The broader themes they keep in mind when picking equities right now involve changes in society and the economy. The aging of the population and all that that implies — increased demand for health care, greater discretionary income — are obvious areas of interest. But Crossvault would rather invest in biotechnology than in large pharmaceutical corporations. Energy stocks will continue to bring good returns for several more years, they feel, because of a lack of capital spending on basic energy-producing infrastructure. And information technology looks good, too.

Friends since their days at Cambridge Elementary School, the two native San Antonians make all investment decisions jointly. Every client is a Crossvault client, rather than Laura’s or Marilou’s, and both principals stay abreast of all the situations. “That way we share both the blame and the credit,” says Long. The third partner, Geyer, serves as chief administrative officer and doesn’t get involved in portfolio management.

A chartered financial analyst, Long worked at Austin, Calvert & Flavin for 13 years before joining forces with her current partners. Ehrenberg-Chesler came from the brokerage side of the business, having spent six years with Dain Rauscher and, prior to that, 10 years with PaineWebber, where she held several different positions. Because she was unhappy with the way brokerage firms were increasingly shifting to “packaged products” such as mutual funds and insurance, she was the one to approach her friend about starting their own outfit. They trusted each other and shared a dedication to serving clients individually. Both are married to men in related businesses, and both are mothers of two children.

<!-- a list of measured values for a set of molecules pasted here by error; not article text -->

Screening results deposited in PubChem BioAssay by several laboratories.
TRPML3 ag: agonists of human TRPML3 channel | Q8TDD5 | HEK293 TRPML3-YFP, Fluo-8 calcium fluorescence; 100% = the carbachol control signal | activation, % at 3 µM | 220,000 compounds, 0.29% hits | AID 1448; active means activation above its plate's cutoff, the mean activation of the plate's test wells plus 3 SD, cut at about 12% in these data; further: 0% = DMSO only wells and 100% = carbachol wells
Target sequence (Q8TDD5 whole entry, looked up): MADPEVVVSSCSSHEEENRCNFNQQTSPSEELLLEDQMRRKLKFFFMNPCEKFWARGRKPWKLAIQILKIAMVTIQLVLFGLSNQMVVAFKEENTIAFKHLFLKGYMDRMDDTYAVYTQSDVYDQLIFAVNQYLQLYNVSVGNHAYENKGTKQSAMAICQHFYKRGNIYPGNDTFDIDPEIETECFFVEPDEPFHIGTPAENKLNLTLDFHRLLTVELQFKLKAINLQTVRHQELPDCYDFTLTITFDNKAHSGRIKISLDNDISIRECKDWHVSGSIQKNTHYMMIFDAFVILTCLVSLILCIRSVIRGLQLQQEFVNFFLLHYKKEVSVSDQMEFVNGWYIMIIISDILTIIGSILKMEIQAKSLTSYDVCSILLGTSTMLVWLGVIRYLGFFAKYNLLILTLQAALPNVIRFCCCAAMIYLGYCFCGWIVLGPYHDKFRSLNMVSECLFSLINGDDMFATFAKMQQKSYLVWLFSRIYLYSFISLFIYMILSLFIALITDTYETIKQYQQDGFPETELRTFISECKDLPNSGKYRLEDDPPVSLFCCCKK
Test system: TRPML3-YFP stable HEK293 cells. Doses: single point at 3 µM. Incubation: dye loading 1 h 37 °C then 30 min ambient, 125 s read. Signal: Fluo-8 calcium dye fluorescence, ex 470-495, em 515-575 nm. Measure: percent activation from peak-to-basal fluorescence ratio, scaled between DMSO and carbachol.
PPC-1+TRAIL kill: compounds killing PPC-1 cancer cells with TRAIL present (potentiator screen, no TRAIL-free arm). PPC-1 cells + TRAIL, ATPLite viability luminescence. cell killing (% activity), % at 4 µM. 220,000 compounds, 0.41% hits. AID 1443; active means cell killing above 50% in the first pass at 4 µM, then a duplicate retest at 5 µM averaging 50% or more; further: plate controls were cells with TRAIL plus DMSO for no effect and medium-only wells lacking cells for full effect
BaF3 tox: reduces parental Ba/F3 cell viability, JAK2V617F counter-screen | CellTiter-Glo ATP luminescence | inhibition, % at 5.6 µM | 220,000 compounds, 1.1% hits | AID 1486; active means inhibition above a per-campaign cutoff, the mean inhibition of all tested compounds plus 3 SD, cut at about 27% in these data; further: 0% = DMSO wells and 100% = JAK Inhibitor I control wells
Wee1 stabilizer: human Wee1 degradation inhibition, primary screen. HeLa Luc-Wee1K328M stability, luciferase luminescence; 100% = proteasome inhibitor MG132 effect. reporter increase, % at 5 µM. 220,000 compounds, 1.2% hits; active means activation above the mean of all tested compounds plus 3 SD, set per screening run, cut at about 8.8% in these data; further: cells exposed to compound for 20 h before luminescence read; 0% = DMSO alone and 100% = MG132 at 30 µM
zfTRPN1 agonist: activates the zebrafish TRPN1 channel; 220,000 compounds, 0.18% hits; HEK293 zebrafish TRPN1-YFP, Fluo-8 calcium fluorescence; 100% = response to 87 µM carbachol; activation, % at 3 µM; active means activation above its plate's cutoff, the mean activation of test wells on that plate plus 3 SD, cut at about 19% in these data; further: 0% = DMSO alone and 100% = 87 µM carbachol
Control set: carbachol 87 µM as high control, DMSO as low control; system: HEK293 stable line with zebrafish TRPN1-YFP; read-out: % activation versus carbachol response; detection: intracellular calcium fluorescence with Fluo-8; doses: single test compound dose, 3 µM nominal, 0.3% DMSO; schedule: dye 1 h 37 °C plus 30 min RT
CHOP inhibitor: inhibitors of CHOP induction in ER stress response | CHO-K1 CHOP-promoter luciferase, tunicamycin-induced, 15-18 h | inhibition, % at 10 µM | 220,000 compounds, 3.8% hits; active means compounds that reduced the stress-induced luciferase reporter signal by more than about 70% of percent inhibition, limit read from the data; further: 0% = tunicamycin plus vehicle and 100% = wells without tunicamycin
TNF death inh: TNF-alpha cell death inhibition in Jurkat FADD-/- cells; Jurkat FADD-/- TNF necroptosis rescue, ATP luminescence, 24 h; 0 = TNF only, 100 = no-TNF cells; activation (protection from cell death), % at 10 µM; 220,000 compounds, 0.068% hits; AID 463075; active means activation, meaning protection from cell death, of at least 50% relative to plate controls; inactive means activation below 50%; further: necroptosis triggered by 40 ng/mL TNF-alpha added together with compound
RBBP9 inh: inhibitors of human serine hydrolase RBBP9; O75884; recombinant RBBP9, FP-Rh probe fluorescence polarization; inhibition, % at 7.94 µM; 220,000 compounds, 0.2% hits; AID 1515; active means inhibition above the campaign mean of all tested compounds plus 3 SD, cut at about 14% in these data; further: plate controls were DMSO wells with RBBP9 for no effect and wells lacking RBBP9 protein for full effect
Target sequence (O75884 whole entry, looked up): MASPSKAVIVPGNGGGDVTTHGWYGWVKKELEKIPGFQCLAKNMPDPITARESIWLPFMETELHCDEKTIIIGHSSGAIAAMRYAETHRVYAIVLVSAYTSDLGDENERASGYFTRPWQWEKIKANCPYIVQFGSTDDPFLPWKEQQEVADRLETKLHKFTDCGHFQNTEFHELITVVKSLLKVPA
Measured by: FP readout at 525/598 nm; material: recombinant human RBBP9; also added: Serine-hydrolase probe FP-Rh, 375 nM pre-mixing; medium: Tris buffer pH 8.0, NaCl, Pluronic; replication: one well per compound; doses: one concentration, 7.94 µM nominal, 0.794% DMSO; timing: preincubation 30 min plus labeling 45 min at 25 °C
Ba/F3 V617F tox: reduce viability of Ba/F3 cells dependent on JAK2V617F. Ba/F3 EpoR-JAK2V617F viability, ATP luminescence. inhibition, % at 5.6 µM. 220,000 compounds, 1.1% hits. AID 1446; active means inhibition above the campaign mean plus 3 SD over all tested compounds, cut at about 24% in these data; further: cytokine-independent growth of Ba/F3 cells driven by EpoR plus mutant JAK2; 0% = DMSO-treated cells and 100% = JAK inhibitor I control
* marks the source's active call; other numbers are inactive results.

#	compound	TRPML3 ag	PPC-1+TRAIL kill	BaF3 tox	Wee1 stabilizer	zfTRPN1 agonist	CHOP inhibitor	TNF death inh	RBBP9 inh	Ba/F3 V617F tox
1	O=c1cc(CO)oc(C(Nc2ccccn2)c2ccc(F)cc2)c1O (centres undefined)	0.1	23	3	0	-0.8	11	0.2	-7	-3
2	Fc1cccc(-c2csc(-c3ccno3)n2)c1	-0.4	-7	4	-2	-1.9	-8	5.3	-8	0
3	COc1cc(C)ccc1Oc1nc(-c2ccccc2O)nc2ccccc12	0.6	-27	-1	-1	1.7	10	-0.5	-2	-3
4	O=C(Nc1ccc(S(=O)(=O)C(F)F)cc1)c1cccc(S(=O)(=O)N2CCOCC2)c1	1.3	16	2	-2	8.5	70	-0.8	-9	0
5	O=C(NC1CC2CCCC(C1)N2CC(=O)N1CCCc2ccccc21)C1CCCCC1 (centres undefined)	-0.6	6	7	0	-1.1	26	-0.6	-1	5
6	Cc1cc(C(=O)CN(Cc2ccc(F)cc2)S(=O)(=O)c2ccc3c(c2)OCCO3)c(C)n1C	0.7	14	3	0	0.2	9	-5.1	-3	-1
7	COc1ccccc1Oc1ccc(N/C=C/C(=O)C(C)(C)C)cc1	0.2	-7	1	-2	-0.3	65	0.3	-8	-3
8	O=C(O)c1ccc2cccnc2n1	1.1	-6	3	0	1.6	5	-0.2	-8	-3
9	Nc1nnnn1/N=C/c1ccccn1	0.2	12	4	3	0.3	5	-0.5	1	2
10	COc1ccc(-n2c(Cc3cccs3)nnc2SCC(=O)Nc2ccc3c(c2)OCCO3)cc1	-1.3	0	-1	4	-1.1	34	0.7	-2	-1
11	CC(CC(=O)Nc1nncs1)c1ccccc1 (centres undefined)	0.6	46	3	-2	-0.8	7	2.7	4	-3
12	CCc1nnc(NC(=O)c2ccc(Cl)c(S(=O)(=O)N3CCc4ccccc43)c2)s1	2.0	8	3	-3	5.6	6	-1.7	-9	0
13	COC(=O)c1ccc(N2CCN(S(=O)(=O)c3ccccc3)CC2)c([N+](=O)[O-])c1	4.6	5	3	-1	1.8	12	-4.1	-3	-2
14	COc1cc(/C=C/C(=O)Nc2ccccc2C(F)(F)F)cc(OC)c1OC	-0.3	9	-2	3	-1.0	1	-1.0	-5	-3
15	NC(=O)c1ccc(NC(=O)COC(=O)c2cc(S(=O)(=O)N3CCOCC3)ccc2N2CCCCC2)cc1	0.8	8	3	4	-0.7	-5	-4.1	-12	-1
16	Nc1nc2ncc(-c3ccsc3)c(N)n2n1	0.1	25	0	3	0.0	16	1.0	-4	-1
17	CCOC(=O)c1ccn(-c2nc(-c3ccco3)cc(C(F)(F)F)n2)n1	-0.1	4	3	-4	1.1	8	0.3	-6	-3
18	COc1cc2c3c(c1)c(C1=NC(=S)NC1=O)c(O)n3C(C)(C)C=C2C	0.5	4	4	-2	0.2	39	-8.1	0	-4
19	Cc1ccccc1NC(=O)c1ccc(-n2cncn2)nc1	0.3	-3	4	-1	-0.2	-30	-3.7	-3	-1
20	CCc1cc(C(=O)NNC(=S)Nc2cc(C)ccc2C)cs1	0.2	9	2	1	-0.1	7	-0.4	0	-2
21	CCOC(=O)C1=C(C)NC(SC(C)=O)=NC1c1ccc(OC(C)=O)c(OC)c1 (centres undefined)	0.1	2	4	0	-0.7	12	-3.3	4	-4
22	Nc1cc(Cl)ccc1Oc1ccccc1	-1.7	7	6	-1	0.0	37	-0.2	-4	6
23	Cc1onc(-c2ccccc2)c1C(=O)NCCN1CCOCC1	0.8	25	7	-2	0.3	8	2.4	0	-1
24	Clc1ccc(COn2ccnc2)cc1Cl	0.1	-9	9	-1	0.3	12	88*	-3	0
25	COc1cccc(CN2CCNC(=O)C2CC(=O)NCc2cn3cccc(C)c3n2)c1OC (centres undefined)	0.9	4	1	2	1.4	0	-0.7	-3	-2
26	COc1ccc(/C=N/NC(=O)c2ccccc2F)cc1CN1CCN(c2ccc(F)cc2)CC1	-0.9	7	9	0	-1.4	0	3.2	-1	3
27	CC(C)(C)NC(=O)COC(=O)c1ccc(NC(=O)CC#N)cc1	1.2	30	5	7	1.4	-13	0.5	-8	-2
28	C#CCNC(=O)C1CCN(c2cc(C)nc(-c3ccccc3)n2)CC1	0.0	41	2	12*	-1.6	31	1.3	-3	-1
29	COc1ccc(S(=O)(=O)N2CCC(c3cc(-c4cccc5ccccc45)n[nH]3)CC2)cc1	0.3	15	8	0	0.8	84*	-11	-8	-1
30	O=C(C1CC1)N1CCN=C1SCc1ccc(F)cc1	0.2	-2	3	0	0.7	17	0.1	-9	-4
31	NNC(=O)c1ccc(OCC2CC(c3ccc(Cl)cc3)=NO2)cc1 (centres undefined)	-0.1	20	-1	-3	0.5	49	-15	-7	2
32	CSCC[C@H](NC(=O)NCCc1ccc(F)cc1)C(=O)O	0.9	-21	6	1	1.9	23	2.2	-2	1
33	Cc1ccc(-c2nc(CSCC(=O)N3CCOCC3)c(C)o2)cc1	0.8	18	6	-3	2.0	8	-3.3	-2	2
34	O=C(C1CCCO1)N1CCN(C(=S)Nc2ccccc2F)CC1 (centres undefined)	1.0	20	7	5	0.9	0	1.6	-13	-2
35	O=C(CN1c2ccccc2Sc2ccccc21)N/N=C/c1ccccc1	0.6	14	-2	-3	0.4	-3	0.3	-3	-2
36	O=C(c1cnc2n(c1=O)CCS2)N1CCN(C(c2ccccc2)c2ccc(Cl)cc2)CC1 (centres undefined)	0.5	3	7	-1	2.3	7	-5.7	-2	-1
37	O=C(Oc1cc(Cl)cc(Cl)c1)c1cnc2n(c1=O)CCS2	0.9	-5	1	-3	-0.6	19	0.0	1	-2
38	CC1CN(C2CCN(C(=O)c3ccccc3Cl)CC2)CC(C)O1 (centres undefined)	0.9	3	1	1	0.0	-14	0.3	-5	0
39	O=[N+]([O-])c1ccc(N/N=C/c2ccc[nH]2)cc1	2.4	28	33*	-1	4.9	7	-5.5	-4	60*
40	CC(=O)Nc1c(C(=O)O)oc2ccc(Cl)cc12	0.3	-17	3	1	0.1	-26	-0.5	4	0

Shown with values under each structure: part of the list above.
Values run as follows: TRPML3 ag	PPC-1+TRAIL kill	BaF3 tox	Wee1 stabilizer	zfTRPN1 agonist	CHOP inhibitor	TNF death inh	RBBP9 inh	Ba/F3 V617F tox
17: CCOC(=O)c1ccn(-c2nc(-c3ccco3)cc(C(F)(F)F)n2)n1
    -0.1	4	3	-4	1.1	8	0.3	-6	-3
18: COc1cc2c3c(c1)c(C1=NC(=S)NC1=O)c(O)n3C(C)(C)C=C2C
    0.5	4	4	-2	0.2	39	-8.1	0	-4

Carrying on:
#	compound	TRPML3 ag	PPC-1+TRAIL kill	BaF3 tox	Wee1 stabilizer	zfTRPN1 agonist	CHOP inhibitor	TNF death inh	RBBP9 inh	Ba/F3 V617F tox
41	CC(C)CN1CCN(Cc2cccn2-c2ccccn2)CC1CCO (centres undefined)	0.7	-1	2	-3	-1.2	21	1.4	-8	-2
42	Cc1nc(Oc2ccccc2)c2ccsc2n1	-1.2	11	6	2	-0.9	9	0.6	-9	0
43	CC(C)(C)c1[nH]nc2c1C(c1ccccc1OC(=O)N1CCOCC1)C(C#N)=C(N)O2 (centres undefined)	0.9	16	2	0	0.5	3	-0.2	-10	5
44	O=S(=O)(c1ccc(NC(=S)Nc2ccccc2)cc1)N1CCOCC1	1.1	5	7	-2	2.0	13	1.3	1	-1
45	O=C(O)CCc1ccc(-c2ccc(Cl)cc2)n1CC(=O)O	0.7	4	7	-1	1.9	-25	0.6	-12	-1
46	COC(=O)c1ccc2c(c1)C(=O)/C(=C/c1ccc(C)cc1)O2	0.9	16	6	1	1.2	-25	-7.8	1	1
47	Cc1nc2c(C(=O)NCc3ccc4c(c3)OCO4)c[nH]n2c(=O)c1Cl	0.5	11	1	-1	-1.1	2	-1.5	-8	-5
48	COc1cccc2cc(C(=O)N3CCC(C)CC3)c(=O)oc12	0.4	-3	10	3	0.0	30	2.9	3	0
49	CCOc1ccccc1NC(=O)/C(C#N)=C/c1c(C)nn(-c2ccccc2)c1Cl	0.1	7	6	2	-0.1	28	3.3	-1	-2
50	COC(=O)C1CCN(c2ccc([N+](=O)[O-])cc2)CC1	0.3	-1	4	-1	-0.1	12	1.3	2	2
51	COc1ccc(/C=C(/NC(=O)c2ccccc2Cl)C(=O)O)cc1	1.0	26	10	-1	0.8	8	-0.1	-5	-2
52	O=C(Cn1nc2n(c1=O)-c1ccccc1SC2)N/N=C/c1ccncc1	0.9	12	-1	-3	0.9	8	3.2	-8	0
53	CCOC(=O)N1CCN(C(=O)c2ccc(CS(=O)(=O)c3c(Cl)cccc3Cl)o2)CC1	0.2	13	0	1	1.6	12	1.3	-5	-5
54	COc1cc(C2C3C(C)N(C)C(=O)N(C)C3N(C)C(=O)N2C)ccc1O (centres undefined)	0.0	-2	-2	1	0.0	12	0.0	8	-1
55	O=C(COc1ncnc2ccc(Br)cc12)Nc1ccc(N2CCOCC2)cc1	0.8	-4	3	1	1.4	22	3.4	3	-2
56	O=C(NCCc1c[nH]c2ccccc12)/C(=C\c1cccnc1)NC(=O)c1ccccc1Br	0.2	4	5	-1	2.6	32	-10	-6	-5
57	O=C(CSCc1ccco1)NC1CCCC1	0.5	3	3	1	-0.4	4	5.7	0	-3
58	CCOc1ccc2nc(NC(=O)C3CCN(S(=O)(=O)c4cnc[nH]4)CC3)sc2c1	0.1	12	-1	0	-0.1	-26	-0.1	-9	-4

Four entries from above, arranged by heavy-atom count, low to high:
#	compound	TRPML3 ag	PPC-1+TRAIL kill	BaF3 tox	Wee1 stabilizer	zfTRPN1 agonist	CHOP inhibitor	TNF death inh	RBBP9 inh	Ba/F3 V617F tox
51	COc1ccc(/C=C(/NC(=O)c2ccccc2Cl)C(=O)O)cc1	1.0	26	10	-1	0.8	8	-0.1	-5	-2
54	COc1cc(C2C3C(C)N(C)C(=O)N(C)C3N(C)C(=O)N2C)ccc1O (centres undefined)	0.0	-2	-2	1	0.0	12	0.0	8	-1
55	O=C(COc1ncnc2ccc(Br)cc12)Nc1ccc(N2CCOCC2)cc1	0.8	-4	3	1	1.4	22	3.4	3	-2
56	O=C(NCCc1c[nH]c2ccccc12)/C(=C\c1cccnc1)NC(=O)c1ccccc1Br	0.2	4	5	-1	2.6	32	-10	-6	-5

Despite the influx of women into financial services, the female gender is not exactly well represented in their line of work, say the partners. “I sit on the investment committees of several organizations,” says Ehrenberg-Chesler, who is very involved in the community, “and I am typically either one of two women there or the only one. But (male) committee members have been respectful. That’s a nice change for me, having come up in the industry when it wasn’t always that way.”

Several days after our interview, Long called with some good news. The investment manager database PSN had just ranked Crossvault among its 10 Top Guns nationally in the so-called “all-cap growth universe,” she said. The ranking is based on performance data collected over a three-year period, ending Sept. 30, 2005.

Good news indeed! The call made us think of something the two friends said during our previous encounter. “In our business you have to be optimistic,” Long had said, to which Ehrenberg-Chesler added, “and stay excited about the future.” Little did they know that a nice dose of the exciting future was right around the corner!

Author: Jasmina Wellinghoff

Photographer: Liz Garza Williams